MOQ stands for Minimum Order Quantity. When ordering from a factory, every product has an MOQ.
Why is there an MOQ on my order?
Firstly, factories set up MOQ because often they too have an MOQ from their sub-factories… for ordering the materials, accessories, box, etc. to manufacture your product.
Secondly, only when order quantity meets their MOQ, does the factory realize their own profit on the product they are manufacturing for you.
What happens if I want a quantity lower than MOQ?
When order quantity is lower than MOQ, factories charge you extra because:
- If order qty is lower than MOQ, they invest the same (see above about their own MOQ), but their target profit is not met without a surcharge.
- They are also asked to pay extra cost by their sub-factories due to not having met their individual MOQs.
Worse than that: many sub-factories are not willing to accept order quantity smaller than MOQ because of poor profit. They simply won’t do it. Therefore it can be very difficult for factories to fulfill your order… in some cases they simply can’t even order the materials.
Take for example, a regular, everyday coffee maker. On average something like this has an MOQ of 1300 pieces. If the factory receives an order quantity of 1000 pieces, utilizing mass production like we do when manufacturing a coffee maker, the factory will invest the exact same manpower, machine power etc., as they would if they were manufacturing 1300 pieces. So the factory will normally simply charge you for the extra 300 pieces on your order, so their profit is where it needs to be in order to remain in business. And the exact same scenario plays out with their sub-factories.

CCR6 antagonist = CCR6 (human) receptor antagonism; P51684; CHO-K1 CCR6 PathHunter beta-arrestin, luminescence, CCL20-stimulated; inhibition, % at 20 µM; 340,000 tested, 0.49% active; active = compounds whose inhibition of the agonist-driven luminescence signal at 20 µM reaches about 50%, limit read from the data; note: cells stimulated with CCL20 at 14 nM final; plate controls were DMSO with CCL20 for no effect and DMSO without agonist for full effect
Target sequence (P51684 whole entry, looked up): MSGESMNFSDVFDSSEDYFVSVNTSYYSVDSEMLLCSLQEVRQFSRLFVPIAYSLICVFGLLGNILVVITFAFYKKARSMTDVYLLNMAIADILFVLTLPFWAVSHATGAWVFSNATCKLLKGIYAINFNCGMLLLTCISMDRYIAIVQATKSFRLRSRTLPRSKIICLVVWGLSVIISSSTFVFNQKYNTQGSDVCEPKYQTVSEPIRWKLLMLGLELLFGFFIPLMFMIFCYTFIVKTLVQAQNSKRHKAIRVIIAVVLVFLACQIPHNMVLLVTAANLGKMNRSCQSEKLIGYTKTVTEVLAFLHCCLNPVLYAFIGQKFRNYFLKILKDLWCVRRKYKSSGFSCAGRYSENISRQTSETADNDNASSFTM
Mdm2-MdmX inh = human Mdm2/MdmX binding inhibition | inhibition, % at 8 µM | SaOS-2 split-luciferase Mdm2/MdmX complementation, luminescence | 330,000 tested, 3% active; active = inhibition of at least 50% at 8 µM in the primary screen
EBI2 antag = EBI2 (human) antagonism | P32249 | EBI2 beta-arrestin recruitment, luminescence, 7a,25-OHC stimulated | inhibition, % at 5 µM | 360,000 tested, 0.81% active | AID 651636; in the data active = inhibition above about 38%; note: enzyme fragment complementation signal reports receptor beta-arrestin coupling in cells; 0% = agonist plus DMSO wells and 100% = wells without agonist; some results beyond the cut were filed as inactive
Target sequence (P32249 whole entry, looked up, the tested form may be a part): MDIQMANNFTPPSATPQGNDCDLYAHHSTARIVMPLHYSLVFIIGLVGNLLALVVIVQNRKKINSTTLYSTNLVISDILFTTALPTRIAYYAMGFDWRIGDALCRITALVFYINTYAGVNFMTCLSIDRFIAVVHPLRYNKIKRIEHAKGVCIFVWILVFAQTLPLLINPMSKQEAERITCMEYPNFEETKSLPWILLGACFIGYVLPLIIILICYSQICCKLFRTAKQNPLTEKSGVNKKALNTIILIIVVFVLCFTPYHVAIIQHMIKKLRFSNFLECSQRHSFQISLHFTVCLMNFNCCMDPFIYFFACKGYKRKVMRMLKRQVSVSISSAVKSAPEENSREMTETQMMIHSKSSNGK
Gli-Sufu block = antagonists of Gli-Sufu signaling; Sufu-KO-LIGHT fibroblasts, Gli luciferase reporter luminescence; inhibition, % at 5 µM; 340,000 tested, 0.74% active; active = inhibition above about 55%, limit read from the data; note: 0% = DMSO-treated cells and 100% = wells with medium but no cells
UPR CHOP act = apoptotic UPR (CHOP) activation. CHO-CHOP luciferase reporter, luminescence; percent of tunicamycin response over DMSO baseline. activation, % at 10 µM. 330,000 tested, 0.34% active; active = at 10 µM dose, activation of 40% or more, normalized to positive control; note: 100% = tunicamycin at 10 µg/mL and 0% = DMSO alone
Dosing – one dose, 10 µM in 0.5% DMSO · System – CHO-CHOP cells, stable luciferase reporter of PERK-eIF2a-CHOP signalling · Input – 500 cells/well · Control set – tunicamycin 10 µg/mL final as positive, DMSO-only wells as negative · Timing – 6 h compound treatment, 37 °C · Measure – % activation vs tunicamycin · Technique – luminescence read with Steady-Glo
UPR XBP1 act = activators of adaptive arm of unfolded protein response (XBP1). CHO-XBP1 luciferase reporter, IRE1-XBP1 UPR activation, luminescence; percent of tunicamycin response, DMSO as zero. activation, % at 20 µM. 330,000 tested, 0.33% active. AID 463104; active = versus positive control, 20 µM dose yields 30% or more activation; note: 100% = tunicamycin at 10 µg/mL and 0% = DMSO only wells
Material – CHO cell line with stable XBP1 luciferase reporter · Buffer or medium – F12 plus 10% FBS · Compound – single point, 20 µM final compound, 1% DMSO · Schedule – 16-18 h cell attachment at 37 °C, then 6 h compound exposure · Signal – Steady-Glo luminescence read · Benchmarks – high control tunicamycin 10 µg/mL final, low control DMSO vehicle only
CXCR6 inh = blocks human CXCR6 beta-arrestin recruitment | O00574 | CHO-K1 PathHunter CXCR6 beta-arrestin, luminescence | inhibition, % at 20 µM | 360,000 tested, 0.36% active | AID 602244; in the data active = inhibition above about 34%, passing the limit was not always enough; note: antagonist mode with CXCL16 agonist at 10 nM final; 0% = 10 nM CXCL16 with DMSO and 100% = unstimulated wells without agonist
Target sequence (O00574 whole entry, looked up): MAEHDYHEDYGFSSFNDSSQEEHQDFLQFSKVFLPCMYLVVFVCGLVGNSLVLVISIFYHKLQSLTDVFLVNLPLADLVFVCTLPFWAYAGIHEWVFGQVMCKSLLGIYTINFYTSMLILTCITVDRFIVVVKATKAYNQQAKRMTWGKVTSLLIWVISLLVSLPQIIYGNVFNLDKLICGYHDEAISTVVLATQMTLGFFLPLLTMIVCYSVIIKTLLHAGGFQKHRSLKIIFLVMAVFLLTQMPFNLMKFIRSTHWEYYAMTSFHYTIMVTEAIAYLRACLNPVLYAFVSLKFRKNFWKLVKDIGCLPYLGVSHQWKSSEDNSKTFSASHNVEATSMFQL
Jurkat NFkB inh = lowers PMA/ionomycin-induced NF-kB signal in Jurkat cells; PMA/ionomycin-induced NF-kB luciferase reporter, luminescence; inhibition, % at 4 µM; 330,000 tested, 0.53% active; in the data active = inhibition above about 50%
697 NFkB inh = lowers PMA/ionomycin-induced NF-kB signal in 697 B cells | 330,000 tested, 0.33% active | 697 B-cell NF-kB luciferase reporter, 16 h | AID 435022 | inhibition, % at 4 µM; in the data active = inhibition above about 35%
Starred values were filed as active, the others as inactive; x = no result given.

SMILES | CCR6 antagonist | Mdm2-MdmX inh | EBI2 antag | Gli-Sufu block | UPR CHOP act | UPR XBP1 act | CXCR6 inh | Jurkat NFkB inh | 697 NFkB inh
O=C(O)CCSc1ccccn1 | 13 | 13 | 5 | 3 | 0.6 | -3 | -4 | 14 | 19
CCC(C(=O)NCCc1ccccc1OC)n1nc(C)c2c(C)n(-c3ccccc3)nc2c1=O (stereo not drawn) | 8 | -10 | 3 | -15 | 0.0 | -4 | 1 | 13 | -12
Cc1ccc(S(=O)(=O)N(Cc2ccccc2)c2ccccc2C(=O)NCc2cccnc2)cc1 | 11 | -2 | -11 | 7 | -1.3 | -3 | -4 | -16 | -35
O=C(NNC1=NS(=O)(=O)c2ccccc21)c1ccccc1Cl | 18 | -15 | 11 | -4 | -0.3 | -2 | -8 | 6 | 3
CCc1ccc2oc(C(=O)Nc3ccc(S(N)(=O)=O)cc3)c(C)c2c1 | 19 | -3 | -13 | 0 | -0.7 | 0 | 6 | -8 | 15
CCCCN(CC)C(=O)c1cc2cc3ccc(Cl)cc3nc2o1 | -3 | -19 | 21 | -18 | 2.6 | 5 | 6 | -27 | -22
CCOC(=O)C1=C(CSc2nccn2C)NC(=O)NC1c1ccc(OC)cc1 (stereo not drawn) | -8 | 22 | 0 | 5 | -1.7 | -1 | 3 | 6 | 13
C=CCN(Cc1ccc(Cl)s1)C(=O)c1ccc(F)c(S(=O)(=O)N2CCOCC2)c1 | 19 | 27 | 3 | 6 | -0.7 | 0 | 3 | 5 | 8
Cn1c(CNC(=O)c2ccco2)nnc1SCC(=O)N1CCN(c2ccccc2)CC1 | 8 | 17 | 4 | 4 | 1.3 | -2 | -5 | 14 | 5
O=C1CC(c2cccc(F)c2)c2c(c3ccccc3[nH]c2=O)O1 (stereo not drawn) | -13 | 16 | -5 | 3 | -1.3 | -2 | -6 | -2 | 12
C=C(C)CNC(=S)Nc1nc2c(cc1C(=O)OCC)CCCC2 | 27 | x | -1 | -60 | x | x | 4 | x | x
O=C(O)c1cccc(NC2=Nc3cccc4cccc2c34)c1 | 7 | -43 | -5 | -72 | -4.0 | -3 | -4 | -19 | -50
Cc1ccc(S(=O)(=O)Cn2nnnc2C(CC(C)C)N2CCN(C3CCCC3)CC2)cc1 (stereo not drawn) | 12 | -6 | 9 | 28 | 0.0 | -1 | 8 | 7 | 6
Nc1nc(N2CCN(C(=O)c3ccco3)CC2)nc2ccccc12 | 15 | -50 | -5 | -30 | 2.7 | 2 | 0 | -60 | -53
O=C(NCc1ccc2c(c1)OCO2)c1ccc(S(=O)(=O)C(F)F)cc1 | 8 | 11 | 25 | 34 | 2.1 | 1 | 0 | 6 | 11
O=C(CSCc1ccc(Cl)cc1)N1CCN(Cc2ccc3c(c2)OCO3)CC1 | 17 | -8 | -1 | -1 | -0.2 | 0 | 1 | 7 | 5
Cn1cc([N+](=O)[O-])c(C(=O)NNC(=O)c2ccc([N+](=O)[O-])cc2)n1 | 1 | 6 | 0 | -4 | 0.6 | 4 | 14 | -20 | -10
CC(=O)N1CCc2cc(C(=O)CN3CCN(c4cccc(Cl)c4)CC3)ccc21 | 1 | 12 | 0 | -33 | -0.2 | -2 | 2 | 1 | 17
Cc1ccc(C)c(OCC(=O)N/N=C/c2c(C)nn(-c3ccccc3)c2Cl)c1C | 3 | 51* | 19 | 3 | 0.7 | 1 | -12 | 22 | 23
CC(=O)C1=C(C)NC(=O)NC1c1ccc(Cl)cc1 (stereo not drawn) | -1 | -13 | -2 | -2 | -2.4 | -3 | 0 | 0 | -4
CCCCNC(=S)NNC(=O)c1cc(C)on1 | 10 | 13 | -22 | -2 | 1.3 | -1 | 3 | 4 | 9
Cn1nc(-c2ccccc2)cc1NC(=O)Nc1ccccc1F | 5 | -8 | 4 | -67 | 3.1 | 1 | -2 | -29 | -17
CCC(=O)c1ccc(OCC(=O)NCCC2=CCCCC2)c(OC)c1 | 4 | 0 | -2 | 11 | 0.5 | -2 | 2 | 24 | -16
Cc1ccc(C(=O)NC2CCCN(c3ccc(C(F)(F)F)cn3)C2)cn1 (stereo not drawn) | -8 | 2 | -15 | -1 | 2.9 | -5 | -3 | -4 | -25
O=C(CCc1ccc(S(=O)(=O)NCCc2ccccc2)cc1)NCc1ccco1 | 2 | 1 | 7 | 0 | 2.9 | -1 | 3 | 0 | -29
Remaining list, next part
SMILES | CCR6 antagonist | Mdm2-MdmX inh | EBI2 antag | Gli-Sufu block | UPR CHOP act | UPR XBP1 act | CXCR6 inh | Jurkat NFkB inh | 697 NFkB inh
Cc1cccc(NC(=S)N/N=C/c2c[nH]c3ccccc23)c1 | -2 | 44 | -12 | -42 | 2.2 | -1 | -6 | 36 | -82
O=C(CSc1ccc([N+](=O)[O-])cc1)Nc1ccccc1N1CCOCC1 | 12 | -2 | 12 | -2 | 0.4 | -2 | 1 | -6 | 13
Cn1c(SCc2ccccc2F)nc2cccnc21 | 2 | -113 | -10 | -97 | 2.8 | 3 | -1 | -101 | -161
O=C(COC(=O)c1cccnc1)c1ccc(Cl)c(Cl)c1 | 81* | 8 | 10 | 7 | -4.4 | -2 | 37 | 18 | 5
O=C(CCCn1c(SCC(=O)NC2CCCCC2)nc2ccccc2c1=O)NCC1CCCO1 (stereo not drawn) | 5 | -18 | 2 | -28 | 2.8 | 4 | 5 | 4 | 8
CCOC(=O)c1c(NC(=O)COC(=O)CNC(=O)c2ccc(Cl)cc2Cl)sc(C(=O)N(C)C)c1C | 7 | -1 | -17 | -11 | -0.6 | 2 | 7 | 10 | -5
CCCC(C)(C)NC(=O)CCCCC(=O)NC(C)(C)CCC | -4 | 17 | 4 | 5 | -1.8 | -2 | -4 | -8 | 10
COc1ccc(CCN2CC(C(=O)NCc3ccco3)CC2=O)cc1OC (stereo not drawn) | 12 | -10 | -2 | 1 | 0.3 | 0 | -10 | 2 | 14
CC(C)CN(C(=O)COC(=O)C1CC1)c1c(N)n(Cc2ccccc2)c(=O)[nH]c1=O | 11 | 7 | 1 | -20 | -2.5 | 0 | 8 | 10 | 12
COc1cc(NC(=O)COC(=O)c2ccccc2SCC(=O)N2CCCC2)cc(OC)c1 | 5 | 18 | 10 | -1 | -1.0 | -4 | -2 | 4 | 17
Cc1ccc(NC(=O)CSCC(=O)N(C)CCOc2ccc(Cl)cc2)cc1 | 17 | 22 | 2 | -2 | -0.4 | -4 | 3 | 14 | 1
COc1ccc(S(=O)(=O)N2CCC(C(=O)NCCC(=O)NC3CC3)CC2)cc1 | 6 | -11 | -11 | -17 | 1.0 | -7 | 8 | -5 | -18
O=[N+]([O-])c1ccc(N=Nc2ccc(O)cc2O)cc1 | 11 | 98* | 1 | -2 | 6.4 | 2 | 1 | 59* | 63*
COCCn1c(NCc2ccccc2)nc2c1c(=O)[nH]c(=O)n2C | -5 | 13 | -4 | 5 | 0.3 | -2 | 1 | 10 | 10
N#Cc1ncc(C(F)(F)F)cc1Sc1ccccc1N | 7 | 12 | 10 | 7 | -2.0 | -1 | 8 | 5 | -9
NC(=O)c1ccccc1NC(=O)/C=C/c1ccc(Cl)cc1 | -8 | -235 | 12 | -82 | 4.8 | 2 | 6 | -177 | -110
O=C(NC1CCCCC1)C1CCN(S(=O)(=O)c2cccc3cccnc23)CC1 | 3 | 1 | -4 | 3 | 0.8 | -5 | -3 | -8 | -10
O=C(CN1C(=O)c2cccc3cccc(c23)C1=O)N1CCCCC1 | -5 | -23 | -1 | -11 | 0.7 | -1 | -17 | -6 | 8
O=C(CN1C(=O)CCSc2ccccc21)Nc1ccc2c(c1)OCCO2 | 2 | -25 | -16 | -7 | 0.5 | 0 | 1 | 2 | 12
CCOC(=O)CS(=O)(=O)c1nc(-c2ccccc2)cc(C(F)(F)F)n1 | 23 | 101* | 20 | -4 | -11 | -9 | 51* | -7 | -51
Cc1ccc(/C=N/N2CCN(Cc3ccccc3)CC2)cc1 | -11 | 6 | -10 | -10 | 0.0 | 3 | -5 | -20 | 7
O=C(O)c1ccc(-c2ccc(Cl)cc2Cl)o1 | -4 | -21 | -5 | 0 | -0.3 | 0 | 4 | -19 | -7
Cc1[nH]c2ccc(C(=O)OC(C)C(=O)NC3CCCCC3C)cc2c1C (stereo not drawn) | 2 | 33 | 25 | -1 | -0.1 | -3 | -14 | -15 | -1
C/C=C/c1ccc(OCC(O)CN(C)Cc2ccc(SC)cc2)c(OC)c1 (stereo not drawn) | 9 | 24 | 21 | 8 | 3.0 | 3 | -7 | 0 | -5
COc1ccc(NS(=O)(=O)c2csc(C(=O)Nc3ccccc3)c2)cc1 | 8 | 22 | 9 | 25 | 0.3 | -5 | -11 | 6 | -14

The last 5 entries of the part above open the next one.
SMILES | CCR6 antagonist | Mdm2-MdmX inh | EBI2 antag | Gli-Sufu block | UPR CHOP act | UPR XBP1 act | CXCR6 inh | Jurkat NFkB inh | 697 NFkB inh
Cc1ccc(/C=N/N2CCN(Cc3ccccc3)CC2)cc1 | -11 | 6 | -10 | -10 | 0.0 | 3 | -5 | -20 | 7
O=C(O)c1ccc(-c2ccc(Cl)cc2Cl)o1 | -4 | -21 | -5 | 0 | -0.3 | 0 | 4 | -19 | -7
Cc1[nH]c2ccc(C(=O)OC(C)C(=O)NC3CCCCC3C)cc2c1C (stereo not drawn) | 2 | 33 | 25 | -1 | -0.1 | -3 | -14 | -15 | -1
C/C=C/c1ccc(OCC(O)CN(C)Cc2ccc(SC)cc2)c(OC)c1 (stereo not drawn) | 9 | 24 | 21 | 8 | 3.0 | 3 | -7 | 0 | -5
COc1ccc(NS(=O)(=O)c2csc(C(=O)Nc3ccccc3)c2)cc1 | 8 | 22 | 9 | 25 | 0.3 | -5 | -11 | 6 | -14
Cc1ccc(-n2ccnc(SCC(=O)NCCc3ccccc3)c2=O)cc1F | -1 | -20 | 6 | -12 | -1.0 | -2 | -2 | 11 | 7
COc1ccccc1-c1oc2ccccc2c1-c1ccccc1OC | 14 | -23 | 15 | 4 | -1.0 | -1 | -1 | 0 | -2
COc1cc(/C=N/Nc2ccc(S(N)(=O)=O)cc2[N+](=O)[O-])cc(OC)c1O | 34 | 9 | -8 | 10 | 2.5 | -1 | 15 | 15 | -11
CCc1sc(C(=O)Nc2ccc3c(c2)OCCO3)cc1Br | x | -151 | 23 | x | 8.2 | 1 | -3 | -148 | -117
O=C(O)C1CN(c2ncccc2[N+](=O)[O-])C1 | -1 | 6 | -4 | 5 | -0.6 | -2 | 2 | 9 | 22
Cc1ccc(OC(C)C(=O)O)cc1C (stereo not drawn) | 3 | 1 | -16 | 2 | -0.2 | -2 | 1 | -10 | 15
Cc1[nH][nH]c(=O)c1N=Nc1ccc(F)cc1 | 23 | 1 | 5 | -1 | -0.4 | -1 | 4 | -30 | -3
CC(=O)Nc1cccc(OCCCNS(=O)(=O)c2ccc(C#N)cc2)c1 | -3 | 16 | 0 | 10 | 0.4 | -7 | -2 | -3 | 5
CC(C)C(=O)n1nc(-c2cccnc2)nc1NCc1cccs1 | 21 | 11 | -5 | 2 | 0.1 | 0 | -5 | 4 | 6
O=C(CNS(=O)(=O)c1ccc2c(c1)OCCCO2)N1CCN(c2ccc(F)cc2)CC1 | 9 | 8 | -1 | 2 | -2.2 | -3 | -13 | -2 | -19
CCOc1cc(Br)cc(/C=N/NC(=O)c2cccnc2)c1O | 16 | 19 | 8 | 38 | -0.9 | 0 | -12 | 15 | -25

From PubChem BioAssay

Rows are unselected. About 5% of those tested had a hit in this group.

What kind of things will affect MOQ?
- Different products have different MOQs.
- Like unit price, sometimes MOQ is affected by other aspects such as product’s size, color, material, logo, process method etc.
Let’s use some pens as examples:
plastic ballpoint pen MOQ 1000pcs
metal ball pen MOQ 500pcs
mini novelty plastic fat pen MOQ 5000pcs
Another example of where MOQ can be affected is in the processing, or the way in which the item is manufactured. Both products below need a mold, a tool help to produce the products:
To manufacture a carton box, for example, the die cut/mold is made by laser, its MOQ is very low at about 200-300 pieces.
To manufacture plastic products such as toys, the mold is made of steel and is more complicated, so the MOQ jumps to more than 3000 pieces in a lot of cases.
Even the color you choose can affect MOQ… let’s use carton as an example again:
Kraft (yellow) carton: MOQ 200-300 pieces
White carton: MOQ 1000 pieces
What happens when quantity is larger than MOQ?
When quantity is much larger than MOQ, I strongly recommend that you bargain for best price. You have some leverage here! Because with a high quantity, the factory is going to do that bargaining on their end to get a much better price from their sub-factories, so accordingly you should bargain with them so some of that savings is passed on to you as well.
Is MOQ the same for all factories? If I order the pen from one factory, will their MOQ be the same as another factory?
It should be the same, but in fact, it is not. A couple of examples:
First, let’s say you go to two different factories and want quotes on manufacturing your pen. Both factories can produce the same item, but in this example, one is large factory and another is small. The basic rule of thumb is that MOQ from large factories is usually higher than small factories. If you don’t want a lot of pens, it might seem counterintuitive not to choose the big guy, but it might make a lot more sense.
Let’s say the two factories are the same size, but one is quite busy with orders and another is not. MOQ is almost always going to be lower from the factory whose pipeline is not quite full.
Third, in some cases, factories have their own technology and machinery to make the product. Because the manufacturing process is different, it is very likely that MOQ will be different too.
And now my head is spinning. Can you help me?
I can help you with this! I’ve been sourcing products from all over the world for a long time now. I’ve got the relationships, connections, and insider knowledge to help you navigate this very important aspect of production. Don’t find yourself in an MOQ nightmare, call me first!